Tobacco Wash — + — There are many solutions that can be made for the destruction of all sorts of aphides. The one more generally used and easy to make is: Boil lib of common soap or soft soap, lib of cheat) tobacco or tobacco leaf, in 10 gallons of water for two or three hours. The mixture may be stored, and when required for spraying purposes the required quantity stained oft and just warmed before using. Another mixture may be made as fol lows: — Tobacco 21b, lib soft soap, water 6 gallons. Steep the tobacco in a can containing 2 gallons of water overnight, strain next day, adding the soft soap and the balance of water when in a boiling state, and. use when cool as required. The nicotine of the tobacco kills all aphis, the soap assisting to make it stick to the plants sprayed. These mixtures will not injure the most delicate foliage. It is also very effective in idding cab bage of leaf-eating caterp'llars. The wash is effective against the pests when used cold or just warm.

Publication Title: Sunday Mail
Source: Trove [National Library of Australia]
Country/State of Publication: Brisbane, Australia (Qld)
Michaelmas Daisies [Newspaper Article] — Sunday Mail — 24 October 1926

Michaelmas Daisies ♦ ? ? Michaelmas daisies (or perennial asters) may be grown in any good gar den so;'l if the beds are well dug. It is advisable to add some well-rotted manure. For the best results the plants should be thinned out in the early spring. In crease is by division- Choose growths on the outside of the clumps for replanting, as these will give far better results, and grow into far better plants than those taken from the centre. If you must re plant in the same positions, the ground must be thoroughly redug and manured before replanting. Do not plant too large pieces. It is advisable to stake the plants, and it should be done before the plants get too tall. Several stakes are better than one. Place two, three, or four stakes to each clump, accord.ng to size. Have the stakes lower than the plant will be when in flower. If the staking is carefully done and the growths regulated as re quired, very little of the stakes will be visible when the plants are in bloom. Should som...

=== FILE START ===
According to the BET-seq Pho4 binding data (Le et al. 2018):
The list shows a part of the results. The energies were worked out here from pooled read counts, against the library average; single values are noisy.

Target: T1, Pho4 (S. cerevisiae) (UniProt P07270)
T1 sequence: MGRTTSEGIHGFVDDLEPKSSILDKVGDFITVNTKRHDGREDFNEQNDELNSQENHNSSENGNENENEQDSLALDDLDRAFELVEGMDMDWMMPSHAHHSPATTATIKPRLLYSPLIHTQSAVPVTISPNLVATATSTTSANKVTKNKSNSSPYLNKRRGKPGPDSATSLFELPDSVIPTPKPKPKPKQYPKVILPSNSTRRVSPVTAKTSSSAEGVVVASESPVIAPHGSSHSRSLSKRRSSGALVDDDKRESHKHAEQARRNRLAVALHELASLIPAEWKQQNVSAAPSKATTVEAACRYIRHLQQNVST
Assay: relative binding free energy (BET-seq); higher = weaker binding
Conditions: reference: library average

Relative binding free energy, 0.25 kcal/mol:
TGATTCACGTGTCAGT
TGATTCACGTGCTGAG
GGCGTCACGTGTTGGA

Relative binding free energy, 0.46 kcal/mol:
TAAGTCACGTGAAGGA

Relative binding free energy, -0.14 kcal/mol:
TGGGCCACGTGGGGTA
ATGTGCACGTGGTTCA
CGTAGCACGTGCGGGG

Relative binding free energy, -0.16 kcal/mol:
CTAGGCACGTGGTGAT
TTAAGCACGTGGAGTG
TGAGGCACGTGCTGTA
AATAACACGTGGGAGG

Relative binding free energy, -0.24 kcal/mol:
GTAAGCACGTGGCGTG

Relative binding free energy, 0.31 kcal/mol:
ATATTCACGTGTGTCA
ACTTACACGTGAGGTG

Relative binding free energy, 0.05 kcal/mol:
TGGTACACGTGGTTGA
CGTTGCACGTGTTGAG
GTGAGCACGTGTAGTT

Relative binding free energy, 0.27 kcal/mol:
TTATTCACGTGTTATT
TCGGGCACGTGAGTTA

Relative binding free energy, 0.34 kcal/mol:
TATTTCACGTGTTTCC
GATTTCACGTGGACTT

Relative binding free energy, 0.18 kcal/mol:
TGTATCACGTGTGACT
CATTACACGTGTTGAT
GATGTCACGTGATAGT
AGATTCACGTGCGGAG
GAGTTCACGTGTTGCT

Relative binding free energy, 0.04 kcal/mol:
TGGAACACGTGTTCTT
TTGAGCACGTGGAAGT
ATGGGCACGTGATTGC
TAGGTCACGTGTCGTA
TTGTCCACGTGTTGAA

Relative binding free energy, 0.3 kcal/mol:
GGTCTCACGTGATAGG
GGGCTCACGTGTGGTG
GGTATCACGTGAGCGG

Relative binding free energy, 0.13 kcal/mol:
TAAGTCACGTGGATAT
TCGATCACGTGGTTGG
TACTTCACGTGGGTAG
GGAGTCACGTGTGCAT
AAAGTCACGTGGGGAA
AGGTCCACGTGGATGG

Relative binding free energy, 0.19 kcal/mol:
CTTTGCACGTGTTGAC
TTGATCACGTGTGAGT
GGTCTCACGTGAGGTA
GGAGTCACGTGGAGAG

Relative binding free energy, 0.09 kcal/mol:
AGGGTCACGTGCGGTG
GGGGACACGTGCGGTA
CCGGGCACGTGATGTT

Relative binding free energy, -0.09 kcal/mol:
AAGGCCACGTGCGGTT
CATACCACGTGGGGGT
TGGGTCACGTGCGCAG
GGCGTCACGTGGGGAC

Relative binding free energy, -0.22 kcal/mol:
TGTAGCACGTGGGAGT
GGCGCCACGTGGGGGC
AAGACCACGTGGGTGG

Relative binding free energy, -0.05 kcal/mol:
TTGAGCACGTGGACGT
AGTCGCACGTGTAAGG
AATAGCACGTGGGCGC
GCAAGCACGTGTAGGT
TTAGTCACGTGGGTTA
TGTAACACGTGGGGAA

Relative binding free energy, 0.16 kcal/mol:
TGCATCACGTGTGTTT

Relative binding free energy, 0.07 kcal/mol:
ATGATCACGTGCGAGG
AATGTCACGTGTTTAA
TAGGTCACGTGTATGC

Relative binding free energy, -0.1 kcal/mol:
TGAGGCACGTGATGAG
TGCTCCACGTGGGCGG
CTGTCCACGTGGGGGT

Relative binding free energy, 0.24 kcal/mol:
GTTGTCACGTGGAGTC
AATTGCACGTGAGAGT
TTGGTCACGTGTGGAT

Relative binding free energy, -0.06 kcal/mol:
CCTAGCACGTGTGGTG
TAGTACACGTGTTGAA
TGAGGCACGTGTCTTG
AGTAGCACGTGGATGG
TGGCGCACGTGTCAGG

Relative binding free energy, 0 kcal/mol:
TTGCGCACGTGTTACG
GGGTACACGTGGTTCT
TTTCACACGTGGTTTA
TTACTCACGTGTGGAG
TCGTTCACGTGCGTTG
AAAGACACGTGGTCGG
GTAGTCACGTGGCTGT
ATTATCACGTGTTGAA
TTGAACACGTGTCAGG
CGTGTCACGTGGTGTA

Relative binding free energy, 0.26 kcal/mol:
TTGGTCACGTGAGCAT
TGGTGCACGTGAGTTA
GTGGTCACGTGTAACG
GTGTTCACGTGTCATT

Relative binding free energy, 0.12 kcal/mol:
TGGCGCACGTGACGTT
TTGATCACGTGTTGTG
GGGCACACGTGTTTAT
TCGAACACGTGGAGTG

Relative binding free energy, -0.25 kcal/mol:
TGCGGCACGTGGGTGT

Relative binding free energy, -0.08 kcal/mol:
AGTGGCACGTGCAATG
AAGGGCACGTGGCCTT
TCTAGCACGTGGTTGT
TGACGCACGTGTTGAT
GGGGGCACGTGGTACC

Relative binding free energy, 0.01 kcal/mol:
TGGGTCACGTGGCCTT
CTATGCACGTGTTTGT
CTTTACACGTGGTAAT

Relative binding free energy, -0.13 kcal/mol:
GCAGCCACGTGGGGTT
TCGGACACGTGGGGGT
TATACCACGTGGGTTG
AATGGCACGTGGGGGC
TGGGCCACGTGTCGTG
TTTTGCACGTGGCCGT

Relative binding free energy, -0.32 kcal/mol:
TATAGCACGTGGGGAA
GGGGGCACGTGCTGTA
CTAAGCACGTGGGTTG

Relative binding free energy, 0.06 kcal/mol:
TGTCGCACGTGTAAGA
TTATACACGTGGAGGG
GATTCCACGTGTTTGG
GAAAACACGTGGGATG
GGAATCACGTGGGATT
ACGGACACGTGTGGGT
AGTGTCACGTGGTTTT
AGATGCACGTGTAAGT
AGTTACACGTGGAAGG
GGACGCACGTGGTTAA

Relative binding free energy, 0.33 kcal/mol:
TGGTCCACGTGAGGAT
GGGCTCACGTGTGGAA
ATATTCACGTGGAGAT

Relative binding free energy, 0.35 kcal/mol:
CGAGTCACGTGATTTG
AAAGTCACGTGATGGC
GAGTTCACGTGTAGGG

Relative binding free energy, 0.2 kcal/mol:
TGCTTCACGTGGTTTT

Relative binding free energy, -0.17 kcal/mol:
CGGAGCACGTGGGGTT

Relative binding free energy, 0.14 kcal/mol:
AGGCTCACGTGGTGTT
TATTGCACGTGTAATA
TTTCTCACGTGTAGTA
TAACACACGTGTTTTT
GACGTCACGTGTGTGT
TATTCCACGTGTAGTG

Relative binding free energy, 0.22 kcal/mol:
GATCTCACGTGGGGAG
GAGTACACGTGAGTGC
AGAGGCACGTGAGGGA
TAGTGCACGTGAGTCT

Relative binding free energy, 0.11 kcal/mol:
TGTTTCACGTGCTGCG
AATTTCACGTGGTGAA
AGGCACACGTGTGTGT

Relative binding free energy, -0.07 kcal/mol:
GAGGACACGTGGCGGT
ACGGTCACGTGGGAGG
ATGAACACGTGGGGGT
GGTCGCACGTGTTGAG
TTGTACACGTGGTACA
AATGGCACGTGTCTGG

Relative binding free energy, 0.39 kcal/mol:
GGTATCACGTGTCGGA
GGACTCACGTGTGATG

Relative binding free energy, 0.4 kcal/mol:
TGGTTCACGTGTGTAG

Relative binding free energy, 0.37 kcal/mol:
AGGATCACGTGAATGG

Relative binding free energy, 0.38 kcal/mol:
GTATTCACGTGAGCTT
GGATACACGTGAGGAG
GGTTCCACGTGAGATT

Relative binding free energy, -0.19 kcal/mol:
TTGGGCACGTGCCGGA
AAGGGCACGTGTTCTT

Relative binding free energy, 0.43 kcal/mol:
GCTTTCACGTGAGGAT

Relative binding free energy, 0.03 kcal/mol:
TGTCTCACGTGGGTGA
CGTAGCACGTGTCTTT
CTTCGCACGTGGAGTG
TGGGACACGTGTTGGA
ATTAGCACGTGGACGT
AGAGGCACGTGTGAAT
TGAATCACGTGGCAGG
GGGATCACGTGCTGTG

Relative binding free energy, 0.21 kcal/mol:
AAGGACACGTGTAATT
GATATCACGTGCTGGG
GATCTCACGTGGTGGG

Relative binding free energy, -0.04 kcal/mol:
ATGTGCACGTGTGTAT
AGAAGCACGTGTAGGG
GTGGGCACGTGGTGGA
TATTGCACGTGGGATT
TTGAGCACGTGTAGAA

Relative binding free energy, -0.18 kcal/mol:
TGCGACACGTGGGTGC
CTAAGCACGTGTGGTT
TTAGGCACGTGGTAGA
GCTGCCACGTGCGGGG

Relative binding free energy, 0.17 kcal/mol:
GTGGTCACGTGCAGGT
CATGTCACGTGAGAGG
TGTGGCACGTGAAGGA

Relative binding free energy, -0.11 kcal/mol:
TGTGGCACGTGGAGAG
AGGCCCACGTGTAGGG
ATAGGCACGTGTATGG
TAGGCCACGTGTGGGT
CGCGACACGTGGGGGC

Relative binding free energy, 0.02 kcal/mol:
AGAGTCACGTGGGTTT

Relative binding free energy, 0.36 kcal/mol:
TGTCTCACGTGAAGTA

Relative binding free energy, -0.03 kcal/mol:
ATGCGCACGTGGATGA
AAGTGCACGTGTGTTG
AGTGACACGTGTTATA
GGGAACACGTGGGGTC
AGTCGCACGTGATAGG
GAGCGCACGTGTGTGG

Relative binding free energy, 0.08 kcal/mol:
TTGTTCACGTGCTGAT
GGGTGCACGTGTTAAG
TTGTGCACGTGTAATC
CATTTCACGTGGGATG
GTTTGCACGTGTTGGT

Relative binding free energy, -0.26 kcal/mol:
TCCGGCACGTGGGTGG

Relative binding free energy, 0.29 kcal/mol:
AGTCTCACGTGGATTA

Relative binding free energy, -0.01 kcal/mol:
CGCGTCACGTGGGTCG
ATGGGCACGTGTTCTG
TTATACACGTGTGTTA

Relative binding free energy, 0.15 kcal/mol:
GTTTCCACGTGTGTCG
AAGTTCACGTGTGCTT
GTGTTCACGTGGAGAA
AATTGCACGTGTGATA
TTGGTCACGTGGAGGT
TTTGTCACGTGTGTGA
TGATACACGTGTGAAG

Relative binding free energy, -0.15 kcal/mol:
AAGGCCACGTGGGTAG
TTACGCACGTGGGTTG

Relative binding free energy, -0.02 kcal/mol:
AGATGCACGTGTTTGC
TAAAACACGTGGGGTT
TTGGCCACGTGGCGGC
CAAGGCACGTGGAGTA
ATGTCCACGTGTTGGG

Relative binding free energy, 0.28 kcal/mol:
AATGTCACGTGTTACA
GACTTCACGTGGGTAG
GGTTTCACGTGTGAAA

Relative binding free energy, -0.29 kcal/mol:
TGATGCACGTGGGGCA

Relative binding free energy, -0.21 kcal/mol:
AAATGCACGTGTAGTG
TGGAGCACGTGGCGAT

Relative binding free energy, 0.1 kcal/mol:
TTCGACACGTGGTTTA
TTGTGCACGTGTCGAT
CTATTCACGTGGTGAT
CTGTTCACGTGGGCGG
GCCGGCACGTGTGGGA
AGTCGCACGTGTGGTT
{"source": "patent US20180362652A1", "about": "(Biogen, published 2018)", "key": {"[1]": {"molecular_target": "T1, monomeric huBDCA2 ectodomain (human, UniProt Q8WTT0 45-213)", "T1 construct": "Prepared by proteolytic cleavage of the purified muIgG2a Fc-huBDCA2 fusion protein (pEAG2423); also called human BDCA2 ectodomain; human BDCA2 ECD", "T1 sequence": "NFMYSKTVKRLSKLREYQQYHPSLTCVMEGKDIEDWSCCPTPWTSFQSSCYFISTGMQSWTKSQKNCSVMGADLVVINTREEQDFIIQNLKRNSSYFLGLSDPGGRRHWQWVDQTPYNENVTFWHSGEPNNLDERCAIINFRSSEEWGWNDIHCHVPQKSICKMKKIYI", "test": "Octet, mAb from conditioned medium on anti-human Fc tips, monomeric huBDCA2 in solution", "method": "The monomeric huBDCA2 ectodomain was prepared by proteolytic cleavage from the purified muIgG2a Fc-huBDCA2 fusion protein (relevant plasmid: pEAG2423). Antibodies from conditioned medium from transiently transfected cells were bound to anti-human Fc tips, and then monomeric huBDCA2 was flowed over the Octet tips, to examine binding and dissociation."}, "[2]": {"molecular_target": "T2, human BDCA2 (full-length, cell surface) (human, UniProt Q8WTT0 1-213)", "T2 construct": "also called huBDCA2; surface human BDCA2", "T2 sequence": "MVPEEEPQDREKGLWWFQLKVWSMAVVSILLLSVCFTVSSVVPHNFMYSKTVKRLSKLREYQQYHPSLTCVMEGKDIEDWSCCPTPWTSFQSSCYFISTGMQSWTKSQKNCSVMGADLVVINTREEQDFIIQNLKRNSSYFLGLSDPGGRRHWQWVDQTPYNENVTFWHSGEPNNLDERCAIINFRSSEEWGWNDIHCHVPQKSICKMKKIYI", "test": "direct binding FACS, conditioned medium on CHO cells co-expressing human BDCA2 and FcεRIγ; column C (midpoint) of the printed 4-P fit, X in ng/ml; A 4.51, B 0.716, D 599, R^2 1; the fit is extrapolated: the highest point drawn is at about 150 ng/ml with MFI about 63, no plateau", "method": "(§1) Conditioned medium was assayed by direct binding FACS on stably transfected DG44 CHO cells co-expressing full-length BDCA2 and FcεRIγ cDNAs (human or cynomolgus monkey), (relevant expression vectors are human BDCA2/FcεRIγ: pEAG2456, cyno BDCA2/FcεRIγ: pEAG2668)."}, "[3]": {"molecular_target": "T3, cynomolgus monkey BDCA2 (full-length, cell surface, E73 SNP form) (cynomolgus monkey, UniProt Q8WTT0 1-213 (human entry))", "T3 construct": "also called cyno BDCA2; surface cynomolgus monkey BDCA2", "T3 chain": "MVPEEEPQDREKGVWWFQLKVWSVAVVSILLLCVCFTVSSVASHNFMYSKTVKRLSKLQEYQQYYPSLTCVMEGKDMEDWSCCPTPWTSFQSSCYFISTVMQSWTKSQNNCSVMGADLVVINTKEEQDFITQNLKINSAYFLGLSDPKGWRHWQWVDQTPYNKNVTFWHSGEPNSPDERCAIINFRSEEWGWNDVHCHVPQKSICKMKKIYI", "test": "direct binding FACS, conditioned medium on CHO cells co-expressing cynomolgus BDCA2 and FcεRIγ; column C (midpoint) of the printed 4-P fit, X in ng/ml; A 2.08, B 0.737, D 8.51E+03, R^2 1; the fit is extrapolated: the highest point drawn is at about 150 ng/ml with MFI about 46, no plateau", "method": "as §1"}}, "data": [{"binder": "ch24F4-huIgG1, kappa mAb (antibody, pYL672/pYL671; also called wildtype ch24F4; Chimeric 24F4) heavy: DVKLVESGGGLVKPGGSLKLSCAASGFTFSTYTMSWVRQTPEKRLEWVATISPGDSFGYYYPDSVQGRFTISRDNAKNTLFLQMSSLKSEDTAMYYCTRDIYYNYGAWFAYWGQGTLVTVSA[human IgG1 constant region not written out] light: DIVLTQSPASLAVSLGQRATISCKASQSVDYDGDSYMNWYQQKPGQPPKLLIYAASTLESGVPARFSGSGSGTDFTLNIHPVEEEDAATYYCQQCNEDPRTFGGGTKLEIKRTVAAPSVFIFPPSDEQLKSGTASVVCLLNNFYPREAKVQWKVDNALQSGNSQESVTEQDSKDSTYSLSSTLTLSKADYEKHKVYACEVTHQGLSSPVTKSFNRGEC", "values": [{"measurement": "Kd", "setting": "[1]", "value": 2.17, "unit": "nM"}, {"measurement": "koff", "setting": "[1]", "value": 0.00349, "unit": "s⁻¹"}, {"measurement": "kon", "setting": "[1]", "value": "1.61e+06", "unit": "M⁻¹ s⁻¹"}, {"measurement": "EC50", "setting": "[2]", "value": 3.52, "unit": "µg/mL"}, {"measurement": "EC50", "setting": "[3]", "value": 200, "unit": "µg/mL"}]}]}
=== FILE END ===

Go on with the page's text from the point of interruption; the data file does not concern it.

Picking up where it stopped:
Publication Title: Sunday Mail
Source: Trove [National Library of Australia]
Country/State of Publication: Brisbane, Australia (Qld)
Garden Pests CABBAGE MOTH. [Newspaper Article] — Sunday Mail — 24 October 1926

Garden Pests « CABBAGE MOTH. The larvae of these moths are now making their appearance on cabbage plants. The best remedy is to spray with arsenate of lead. Coal tar mixture is also good to use- against this pest. PUMPKIN BEETLE. These insects are now to be seen on pumpkins, melons, and cucumbers; A dusting of lime that has been impregna ted with the odour of kerosene, by mixing one pint of kerosene with half a peck of lime, and then thoroughly stirring this into half a bushel of lime, acts as a repellent. The main crop may be protected by spraying with Bordeaux mixtu e — two pounds of copper sulphate, two pounds of quicklime (or three pounds ground hydra tod lime), and 50 gallons of water. To this must be added six pounds of lead arsenate paste, or three pounds of pow dered arsenate of lead. Other remedies are coal tar water, paris green, kerosene emulsion, and arsenate of lead. The crude toil of tar remedy has been tried with good results, and is made as fol lows: Crude oil half a...

Publication Title: Sunday Mail
Source: Trove [National Library of Australia]
Country/State of Publication: Brisbane, Australia (Qld)